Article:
The Elements of Ego Functioning
The six elements of ego functioning.
Posted June 27, 2013 | Reviewed by Ekua Hagan
I was supervising a therapy case the other day of a college student who was not reporting clinically significant levels of depression or anxiety, but she was frequently engaging in significant alcohol consumption (occasionally leading to blackouts) and indiscriminate sexual encounters with men she barely knew.
A part of “Megan” (name changed) felt this was wrong, but she really couldn’t say why or stay with what was wrong with it for any length of time. Megan also was not sure who she was or where she was headed in life, and she bounced around from topic to topic and situation to situation with no real sense of direction or purpose.
I conceptualized this case in large part in identity development terms, and explained to my supervisee that she had “poor ego functioning.” The conversation that ensued resulted in this post.
To understand what I meant, let’s start with defining the term “ego." Although in everyday language, ego means the extent to which one thinks highly of one's self, in psychology it means something different.
It is an old term, being most popularly coined by Sigmund Freud in his tripartite model of the mind (id, ego, superego, as “it”, “I” and “above I”). Freud conceived of the ego as the psychological apparatus that regulated sexual and aggressive impulses and navigated the tension between those impulses and the demands and values of society.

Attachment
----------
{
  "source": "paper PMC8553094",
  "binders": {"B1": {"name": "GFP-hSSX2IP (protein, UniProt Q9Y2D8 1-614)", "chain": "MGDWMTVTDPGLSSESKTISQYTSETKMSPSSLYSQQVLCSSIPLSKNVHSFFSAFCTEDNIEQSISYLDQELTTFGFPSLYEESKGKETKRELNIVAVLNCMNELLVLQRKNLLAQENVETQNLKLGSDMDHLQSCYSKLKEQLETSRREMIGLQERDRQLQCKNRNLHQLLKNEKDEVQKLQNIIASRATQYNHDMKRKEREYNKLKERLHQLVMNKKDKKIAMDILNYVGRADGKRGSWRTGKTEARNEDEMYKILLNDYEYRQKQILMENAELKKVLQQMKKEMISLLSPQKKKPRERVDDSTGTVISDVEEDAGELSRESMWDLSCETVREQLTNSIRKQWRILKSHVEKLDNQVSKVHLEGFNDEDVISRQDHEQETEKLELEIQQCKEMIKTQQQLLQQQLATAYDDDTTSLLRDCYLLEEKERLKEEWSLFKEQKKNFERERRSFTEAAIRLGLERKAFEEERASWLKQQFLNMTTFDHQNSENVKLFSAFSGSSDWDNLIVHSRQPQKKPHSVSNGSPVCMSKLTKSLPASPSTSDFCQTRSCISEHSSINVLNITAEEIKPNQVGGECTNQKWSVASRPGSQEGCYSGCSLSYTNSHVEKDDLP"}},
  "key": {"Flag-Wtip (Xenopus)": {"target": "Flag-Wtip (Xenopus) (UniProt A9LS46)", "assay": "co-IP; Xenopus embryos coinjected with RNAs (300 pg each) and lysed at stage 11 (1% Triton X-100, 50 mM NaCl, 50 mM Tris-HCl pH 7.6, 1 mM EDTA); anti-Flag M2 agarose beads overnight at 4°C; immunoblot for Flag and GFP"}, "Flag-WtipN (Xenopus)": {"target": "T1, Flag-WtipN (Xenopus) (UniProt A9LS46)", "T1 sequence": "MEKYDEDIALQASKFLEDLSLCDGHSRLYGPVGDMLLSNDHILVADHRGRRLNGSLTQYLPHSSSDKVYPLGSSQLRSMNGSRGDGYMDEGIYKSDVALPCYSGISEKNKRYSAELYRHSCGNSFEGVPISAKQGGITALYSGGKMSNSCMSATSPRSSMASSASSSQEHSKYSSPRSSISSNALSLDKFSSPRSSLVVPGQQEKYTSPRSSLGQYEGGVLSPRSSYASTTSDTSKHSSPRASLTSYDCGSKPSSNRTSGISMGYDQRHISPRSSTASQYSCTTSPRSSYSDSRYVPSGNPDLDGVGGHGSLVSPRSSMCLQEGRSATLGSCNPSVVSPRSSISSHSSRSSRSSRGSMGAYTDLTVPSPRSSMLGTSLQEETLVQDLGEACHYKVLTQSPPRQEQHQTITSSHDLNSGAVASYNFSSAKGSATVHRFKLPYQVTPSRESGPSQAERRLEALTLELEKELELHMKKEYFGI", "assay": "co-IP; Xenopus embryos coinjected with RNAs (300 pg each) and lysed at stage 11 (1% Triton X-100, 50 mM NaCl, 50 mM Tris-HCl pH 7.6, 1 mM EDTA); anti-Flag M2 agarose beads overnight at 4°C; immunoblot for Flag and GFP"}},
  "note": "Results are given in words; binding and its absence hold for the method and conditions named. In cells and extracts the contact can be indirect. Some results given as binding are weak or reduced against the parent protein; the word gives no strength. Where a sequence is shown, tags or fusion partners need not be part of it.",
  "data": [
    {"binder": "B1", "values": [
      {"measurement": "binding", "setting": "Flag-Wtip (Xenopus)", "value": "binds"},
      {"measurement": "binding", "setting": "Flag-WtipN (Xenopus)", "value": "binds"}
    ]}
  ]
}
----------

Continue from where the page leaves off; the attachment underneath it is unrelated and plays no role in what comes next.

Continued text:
A more modern conception that is certainly related to Freud’s is to consider the ego as the self-consciousness system. The self-consciousness system is the narrating portion of human consciousness that reflects on one’s thoughts, feelings, and actions and inhibits or legitimizes them to one’s self and to others. In this sense, ego is very similar to what is meant by the term identity, and ego functioning refers to the components of the self-consciousness system that relate directly to mental health.
So, what are the elements that go into ego functioning? This is a complicated question with no hard and fast answers, but here are six basic features that I consider crucial, especially as a clinician.
- The degree of insight. Freud’s famous dictum for psychotherapy was “Where id was, let ego be.” What he meant by that was the key to mental health was awareness of one’s defenses, motives, and conflicts. Although history has shown Freud over-estimated the power of insight, it nevertheless is the case that the most basic function of the self-consciousness system is awareness of the processes that are influencing the individual. Individuals with high levels of insight know how they feel, what makes them tick, when and why they have conflicts, and what they need to feel fulfilled. Individuals with poor insight engage in more primitive psychological defenses like denial, and either are clueless about who they are or try to convince themselves they are something they are not.
- The degree of agency and self-directedness. Agentic individuals see themselves as able to control key aspects of their environment and guide their behavior with purpose. They are able to engage in self-directed behavior effectively guiding their actions toward goals across time, can manage impulses, and are resilient in the face of setbacks. In contrast, low agentic people have an external locus of control, experience life as happening to them rather than the reverse, have no direction, and often feel dependent on the whims of fate or the environment in terms of what happens to them. They also are impulsive, responding to the needs of the moment rather than inhibiting their immediate desires for longer-term goals.